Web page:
On not purchasing iron chickens Arriving in the city with nothing but a suitcase filled with dreams and a James Dean with rabbit ears t-shirt, Rodger Evans soon finds the blues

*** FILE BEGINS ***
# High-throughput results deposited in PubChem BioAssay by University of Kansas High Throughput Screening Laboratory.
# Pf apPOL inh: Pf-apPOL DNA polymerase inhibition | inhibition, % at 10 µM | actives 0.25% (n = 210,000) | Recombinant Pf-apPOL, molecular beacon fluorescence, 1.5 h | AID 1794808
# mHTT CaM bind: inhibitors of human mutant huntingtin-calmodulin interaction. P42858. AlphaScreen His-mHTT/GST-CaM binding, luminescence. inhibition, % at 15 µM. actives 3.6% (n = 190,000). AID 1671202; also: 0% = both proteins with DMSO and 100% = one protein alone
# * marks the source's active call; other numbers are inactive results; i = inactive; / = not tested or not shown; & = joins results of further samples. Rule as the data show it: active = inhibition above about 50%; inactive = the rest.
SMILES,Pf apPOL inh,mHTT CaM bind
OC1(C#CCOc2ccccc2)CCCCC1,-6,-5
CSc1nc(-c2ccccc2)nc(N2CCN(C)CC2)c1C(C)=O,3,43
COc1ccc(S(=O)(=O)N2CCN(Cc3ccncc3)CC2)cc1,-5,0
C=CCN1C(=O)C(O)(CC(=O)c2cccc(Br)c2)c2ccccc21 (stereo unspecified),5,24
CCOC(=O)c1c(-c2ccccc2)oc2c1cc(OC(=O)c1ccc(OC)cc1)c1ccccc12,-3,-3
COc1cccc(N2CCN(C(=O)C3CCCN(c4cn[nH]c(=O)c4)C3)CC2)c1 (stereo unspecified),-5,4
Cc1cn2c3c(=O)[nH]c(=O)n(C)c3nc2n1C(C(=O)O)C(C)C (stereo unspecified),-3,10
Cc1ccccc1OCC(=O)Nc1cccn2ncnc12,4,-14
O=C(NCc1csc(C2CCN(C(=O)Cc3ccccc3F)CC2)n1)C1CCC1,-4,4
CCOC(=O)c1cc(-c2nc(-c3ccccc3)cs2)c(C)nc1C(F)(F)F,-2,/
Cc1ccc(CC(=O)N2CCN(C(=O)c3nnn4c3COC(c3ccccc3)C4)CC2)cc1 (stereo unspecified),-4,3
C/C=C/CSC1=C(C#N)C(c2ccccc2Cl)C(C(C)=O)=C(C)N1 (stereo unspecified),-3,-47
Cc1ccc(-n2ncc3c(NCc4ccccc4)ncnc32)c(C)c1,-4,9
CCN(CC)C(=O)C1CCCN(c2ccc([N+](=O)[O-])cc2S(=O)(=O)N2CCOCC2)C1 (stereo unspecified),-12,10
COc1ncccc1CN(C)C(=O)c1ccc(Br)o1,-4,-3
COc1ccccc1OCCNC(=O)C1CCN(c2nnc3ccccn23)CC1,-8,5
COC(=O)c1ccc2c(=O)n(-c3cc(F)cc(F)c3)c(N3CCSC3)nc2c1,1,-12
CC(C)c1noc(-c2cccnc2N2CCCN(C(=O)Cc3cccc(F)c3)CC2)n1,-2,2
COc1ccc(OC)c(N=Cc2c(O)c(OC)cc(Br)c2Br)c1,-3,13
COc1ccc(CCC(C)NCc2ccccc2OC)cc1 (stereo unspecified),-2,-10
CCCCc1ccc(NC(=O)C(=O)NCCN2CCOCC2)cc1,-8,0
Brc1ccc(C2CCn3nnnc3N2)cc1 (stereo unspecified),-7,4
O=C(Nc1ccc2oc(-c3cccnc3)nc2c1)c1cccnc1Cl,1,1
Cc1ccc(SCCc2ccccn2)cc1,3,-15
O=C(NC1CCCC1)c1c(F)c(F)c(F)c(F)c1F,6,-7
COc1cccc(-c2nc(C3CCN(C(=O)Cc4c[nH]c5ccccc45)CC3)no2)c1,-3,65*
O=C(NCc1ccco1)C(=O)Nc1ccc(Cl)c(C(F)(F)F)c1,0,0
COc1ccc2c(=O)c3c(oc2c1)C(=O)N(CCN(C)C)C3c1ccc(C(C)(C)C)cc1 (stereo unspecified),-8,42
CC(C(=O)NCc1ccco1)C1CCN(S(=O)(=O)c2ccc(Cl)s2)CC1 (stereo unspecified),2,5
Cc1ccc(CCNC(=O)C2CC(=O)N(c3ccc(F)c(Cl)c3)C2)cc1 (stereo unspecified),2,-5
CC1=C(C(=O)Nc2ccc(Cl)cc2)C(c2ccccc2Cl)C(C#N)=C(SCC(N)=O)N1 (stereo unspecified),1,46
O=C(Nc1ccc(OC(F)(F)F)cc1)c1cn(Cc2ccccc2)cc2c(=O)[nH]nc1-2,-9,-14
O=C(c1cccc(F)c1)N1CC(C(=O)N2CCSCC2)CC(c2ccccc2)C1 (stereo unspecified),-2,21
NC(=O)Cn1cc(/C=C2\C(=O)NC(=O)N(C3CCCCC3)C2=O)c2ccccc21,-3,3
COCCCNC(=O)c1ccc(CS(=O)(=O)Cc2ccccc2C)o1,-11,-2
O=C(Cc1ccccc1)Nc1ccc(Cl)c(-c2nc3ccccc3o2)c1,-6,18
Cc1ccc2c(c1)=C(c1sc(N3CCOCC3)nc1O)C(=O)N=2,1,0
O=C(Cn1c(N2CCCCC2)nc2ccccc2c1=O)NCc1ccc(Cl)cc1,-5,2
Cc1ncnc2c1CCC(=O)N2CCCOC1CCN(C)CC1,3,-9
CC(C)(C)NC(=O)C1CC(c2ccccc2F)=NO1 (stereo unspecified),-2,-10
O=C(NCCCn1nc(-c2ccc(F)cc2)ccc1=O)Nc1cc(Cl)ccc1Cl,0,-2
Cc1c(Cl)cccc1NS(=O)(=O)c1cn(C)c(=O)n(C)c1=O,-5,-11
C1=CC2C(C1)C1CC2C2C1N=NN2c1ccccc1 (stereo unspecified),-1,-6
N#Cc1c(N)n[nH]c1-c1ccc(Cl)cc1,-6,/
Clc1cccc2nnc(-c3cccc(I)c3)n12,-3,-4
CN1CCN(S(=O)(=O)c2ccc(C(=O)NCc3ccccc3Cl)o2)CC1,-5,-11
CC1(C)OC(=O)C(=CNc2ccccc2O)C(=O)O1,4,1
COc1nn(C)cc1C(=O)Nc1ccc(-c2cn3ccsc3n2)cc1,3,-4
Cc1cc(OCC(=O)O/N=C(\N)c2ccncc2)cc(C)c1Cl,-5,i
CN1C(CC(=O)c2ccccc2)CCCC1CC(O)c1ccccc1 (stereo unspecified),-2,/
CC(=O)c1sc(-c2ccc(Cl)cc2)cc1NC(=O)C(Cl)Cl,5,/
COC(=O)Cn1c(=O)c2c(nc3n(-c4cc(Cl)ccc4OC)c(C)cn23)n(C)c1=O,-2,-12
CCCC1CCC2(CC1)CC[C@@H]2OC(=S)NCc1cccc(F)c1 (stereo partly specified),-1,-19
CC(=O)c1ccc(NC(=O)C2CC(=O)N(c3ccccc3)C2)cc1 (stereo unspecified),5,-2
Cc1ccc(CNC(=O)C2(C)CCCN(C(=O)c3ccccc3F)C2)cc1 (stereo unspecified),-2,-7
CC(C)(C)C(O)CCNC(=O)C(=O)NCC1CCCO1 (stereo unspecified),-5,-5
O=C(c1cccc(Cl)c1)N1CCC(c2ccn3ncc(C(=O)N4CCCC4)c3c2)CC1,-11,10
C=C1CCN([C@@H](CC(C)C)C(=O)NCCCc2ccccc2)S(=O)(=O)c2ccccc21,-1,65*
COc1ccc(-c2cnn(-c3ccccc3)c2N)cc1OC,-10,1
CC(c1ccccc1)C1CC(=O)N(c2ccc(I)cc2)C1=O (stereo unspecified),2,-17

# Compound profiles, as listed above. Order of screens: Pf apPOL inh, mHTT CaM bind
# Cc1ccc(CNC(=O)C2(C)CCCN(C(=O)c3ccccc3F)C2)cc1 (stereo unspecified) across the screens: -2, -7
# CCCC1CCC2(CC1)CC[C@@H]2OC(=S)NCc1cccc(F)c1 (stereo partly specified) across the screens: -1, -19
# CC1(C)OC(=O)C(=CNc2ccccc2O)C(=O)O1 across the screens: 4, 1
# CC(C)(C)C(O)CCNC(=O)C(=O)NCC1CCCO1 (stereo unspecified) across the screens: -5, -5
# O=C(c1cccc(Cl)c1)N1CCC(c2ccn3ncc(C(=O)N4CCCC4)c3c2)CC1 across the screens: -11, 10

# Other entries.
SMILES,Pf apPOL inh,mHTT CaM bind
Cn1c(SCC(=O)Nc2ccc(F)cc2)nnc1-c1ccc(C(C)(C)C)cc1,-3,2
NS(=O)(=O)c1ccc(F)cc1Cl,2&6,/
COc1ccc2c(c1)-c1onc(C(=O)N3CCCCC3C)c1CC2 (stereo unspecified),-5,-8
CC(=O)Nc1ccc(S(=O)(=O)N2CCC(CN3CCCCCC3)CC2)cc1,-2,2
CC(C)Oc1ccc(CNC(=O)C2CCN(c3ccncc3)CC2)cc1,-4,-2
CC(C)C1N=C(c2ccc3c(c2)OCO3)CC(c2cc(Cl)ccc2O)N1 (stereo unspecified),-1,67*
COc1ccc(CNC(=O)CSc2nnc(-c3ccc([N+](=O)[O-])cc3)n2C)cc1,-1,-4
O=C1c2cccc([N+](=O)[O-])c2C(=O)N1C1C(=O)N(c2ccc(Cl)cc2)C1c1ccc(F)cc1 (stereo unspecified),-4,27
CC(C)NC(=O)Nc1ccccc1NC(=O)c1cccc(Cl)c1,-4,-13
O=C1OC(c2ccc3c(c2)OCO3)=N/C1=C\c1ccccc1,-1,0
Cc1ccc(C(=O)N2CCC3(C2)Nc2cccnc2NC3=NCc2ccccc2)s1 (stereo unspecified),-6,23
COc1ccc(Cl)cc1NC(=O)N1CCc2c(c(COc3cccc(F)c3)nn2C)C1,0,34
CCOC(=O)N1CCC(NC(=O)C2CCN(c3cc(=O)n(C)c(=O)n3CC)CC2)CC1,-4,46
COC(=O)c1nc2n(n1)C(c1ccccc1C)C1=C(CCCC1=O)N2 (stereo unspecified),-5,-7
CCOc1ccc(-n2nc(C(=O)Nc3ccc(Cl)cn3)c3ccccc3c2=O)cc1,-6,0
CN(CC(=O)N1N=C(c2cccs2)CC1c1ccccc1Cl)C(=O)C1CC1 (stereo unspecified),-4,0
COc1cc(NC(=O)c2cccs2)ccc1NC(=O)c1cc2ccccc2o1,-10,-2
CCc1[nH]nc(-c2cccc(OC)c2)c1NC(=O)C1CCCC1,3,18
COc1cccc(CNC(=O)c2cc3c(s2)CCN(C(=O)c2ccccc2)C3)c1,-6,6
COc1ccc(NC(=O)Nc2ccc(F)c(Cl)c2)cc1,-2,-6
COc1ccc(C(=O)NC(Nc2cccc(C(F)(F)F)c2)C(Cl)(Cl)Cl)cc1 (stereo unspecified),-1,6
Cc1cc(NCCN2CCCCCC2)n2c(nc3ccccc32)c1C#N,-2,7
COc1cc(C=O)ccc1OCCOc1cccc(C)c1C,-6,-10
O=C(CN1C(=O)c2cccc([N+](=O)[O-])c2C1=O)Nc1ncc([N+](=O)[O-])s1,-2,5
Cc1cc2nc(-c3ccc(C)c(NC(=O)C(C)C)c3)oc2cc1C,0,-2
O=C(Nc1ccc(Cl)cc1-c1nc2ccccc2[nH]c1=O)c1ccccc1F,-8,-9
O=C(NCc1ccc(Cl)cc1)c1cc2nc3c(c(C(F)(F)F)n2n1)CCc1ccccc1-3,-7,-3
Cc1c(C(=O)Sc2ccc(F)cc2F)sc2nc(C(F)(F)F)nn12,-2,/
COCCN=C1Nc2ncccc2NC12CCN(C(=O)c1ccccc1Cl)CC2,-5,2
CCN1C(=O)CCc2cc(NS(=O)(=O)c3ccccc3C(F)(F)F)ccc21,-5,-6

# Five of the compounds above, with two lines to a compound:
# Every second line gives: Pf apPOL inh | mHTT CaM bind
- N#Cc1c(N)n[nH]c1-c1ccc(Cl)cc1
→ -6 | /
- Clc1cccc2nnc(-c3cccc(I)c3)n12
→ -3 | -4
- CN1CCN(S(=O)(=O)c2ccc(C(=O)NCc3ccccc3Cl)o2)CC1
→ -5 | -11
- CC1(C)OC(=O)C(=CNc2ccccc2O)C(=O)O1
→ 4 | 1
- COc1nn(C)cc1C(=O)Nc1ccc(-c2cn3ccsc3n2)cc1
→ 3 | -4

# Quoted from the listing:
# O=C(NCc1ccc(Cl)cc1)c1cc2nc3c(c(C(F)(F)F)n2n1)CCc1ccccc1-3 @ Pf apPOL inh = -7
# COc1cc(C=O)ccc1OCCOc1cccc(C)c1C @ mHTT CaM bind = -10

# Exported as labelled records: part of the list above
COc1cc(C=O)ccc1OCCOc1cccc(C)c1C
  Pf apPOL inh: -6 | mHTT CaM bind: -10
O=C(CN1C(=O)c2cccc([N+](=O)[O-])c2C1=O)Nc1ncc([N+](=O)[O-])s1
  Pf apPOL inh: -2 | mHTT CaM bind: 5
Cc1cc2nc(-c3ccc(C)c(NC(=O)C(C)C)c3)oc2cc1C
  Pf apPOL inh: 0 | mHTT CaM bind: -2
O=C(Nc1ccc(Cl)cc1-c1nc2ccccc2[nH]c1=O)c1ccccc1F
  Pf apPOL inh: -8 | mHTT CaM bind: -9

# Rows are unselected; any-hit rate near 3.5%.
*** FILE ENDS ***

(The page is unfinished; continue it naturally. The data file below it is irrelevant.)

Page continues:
o say my first Edinburgh abode was modest would be to make a statement to be filed under under-statement. It was a Leith Walk bedsit in gobbing distance of Robbie’s Bar in ye days when a trad jazz band played on a Monday night and the cathode ray flicker of Sky Sports had yet to provoke a rethink of the nicotine colour scheme. In my room the door was next to the fridge and the fridge was next to the bed and the bed was next to the window and a wooden clotheshorse monopolised the carpet and the space between the window and the door was shorter than the length of this sentence. Had I a cat to swing, its nine lives would have run out quicker than my monthly pay packet. And my first job proper lost its appeal half an hour into the first day when I was handed a glue pot and scissors. To say my non was plussed would be to create more filing. I had attained a degree and read books with big words on yellowing pages in hard covers and penned a dissertation about the Russian Revolution that made the examiner (when later we were introduced) laugh like Harry Secombe if Neddie Seagoon had fallen into a tub of amyl nitrate. Maybe the dissertation wasn’t so much the point, but still; glue and scissors? In an era pre-Dr Google, I selfdiagnosed my case as that of the blues. It wasn’t that my woman done gone left me or I’d met my ruin in The House of the Rising Sun or my dog – if I had a dog, for